It took around a century and a half for Nokia to evolve from an ordinary riverside paper mill to a global telecommunication leader serving over 1.3 billion customers across the globe. During this period, Nokia has dealt with almost everything – from manufacturing rubber boots to generating electricity, and there was a time when the company also manufactured TVs. So, how did all of this begin? Let’s go back in time and find out.
In 1865, Fredick Idestam, a milling engineer set up the first paper mill in south-western Finland. The mill produced paper products that were initially exported to Great Britain and Russia. Later, in the early 20th century, the company started designing wheel-frames for wheel chairs and rubber tyres. Though rare, you can still find bicycle tyres with the name ‘Nokia’ printed on them.
The mobile giant that you know off today was formed in 1967, and this laid a strong foundation for modern technology companies. It was in 1981 that Scandinavia got its first mobile network called the NMT (Nordic Mobile Technology).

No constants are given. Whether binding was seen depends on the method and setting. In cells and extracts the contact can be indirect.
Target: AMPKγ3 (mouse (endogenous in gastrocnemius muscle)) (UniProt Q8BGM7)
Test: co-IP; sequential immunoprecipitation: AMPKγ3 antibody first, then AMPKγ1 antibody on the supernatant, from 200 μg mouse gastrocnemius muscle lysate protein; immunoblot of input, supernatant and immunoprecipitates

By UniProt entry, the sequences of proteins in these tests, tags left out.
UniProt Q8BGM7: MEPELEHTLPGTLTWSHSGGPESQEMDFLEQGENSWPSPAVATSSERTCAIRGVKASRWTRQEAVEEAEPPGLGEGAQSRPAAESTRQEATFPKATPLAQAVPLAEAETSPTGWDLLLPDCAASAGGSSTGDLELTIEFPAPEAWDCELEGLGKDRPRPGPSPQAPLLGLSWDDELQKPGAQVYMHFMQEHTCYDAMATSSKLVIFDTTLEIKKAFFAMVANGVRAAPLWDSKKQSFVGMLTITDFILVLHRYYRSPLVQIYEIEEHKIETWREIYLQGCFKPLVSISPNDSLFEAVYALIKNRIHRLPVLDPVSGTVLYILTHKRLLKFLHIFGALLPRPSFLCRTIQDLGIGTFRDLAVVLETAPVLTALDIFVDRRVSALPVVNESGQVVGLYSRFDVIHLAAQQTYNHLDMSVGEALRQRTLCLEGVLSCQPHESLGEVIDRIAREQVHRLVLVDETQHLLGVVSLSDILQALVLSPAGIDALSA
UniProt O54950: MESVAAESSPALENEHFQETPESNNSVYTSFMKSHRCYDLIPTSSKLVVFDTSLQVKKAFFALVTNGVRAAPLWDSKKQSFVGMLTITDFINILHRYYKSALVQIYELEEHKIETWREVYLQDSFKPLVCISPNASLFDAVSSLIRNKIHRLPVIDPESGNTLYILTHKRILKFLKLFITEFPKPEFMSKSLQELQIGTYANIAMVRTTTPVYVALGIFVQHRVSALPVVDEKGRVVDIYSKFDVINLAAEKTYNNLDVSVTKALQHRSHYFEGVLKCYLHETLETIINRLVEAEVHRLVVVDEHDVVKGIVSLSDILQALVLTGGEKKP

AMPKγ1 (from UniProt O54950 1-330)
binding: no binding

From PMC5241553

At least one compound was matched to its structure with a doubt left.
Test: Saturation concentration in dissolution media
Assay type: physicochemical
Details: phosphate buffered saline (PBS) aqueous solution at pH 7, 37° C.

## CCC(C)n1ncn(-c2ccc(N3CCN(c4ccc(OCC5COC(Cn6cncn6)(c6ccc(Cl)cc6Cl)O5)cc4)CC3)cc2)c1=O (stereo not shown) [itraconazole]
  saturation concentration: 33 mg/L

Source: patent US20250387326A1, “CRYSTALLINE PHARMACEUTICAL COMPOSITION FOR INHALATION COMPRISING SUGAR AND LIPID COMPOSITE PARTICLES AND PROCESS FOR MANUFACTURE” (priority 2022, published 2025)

The initial production of Nokia devices was only limited to a few countries such as Finland, Germany, Brazil, China, Mexico, England, United States, Italy and Hungary. Later as the business expanded, the company had no other option but to hire over 50,000 employees in 2004. In 2007, Nokia joined hands with Siemens, thereby giving rise to ‘Nokia Siemens Networks’ which turned out to be the third largest telecommunication provider on the planet.
Finally, in 2011, Nokia announced smart phones that would be made available with Microsoft’s Windows Phone Operating System, which was sighted as a major leap in the company’s success. And if you are wondering where the popular Nokia ringtone came from, it basically derived from a guitar piece call ‘Gran Vals’ played by a renowned Spanish musician ‘Francisco Tarrengo’.